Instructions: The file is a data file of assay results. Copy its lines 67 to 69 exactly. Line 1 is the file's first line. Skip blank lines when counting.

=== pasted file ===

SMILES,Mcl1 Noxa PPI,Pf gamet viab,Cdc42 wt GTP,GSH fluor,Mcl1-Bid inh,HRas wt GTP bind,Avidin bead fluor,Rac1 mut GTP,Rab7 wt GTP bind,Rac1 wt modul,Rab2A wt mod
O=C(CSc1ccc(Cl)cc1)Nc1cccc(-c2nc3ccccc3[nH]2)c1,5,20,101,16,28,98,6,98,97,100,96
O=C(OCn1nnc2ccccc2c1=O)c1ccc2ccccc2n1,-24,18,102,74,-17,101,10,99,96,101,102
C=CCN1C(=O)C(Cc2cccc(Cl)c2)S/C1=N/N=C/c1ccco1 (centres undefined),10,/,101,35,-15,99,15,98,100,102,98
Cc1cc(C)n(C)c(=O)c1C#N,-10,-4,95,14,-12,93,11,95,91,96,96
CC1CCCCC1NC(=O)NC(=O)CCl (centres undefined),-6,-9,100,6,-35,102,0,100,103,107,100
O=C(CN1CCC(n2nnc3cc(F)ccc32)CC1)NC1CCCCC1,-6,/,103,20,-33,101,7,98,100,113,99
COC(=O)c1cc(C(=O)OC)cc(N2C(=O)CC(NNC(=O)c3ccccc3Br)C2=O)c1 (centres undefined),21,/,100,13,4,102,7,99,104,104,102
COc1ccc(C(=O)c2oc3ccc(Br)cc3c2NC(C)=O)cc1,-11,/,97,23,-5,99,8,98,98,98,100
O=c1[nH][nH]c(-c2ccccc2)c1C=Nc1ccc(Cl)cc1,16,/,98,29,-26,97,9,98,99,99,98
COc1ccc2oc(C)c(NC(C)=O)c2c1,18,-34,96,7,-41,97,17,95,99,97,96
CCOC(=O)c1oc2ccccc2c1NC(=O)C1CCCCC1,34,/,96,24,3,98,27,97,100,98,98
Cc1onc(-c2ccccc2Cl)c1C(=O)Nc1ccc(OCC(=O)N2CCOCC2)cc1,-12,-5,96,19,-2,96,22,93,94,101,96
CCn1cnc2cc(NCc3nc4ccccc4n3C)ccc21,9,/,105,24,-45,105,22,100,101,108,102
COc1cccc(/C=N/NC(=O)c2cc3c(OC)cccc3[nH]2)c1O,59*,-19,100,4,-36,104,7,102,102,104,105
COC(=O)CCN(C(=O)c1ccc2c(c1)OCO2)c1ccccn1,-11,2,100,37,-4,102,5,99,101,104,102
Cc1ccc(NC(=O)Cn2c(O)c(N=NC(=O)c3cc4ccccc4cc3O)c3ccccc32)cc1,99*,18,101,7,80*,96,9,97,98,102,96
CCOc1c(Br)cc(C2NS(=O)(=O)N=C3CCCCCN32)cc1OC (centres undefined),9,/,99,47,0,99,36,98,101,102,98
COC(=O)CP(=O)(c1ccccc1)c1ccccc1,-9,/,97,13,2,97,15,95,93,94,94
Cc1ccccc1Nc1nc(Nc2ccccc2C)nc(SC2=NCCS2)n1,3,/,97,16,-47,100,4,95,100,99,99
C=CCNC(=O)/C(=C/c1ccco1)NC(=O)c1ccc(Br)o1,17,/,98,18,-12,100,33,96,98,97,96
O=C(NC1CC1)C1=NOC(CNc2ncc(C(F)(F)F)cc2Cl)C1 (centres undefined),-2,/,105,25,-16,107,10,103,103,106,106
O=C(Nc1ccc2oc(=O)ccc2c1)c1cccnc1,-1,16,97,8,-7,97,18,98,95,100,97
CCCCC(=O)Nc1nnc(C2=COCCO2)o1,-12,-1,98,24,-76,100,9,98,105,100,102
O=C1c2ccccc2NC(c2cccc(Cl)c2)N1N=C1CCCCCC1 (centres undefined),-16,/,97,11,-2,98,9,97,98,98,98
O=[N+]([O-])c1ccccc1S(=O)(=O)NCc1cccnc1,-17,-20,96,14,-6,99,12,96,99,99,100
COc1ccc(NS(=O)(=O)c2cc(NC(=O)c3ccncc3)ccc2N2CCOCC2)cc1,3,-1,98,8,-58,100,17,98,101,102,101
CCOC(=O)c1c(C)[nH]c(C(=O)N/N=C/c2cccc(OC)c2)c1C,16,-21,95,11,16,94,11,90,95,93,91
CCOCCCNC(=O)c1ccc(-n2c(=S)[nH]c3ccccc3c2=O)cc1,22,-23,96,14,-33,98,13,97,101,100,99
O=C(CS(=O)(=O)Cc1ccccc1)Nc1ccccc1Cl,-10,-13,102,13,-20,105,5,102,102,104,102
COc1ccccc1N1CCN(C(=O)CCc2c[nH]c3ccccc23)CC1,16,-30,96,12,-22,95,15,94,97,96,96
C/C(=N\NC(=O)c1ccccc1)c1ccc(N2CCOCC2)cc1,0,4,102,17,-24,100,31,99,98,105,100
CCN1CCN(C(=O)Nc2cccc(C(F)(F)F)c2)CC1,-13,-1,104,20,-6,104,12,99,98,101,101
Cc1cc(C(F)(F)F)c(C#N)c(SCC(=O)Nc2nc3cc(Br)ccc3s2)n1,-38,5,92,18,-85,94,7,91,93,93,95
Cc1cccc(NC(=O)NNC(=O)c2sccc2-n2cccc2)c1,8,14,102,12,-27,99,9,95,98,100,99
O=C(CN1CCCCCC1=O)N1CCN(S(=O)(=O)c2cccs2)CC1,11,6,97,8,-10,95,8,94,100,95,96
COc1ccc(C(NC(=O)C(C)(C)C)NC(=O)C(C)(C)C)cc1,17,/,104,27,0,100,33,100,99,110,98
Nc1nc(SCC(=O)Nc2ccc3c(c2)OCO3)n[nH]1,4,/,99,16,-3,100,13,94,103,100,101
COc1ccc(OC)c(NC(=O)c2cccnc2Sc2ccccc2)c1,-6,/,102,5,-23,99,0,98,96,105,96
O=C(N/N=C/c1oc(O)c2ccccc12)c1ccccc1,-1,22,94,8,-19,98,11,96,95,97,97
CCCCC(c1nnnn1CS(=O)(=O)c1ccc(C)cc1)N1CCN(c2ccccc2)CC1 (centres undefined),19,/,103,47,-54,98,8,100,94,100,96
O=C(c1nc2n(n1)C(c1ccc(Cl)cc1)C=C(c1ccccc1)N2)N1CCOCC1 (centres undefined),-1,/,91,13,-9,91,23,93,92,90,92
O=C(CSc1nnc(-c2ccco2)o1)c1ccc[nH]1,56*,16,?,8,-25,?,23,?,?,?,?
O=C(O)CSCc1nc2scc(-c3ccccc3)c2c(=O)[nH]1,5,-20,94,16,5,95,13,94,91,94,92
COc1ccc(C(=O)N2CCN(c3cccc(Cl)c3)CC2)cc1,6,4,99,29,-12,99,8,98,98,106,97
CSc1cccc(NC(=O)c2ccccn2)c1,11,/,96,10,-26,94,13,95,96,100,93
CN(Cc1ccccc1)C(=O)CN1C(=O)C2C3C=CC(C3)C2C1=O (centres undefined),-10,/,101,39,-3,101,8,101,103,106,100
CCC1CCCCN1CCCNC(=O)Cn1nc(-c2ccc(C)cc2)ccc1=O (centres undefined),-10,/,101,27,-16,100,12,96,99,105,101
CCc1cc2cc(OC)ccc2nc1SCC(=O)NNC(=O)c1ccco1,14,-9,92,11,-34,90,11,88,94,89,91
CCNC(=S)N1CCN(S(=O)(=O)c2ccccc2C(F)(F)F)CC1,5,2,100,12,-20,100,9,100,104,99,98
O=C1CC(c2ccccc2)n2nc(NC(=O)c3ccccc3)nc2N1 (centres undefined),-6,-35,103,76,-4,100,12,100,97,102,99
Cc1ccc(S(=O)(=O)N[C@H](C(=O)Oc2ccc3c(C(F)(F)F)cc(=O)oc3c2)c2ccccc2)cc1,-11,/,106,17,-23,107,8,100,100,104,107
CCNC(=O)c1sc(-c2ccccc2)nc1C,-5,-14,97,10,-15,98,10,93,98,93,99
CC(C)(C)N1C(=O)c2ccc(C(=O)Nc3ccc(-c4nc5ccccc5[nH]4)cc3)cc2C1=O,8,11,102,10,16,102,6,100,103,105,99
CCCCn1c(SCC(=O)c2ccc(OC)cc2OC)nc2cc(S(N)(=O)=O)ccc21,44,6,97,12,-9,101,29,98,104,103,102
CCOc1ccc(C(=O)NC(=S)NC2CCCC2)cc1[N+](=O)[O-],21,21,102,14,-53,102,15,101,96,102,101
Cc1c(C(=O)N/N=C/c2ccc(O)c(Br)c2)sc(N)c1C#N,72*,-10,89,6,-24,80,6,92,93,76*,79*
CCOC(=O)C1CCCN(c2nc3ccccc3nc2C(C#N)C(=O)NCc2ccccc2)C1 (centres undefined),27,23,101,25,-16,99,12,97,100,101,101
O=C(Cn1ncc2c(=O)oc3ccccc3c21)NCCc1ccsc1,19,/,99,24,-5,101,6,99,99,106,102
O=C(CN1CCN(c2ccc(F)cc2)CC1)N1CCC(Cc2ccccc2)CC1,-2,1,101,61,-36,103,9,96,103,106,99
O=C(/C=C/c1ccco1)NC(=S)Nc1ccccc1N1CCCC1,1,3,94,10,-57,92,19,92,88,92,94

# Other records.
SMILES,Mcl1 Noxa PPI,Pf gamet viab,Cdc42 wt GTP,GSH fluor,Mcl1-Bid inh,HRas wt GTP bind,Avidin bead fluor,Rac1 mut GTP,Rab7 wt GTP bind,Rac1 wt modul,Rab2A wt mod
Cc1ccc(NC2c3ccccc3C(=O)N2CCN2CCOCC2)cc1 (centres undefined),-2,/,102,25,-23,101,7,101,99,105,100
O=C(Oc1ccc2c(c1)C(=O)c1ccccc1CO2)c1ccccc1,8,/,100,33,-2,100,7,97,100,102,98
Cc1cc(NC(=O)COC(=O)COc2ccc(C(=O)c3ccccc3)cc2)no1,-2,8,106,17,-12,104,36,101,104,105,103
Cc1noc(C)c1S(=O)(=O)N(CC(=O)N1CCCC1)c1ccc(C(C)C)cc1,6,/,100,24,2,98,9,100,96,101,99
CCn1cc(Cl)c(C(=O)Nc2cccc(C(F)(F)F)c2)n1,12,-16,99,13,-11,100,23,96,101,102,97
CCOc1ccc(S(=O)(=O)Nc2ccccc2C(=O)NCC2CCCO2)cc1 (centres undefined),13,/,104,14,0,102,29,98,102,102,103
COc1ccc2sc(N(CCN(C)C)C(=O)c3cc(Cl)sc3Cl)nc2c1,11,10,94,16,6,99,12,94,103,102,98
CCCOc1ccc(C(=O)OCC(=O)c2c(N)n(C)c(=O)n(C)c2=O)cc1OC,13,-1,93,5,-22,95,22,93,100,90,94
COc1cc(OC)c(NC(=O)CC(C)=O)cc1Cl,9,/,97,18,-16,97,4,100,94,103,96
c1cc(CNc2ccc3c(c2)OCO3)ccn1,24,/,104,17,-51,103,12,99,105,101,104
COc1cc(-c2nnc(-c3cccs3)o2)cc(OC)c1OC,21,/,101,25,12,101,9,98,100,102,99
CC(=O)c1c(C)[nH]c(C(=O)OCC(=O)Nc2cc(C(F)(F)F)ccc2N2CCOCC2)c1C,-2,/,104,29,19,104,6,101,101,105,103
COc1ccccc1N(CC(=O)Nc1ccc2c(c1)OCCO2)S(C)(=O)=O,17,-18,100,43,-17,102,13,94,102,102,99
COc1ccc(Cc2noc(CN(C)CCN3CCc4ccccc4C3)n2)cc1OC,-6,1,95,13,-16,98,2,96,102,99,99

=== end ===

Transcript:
Cc1noc(C)c1S(=O)(=O)N(CC(=O)N1CCCC1)c1ccc(C(C)C)cc1,6,/,100,24,2,98,9,100,96,101,99
CCn1cc(Cl)c(C(=O)Nc2cccc(C(F)(F)F)c2)n1,12,-16,99,13,-11,100,23,96,101,102,97
CCOc1ccc(S(=O)(=O)Nc2ccccc2C(=O)NCC2CCCO2)cc1 (centres undefined),13,/,104,14,0,102,29,98,102,102,103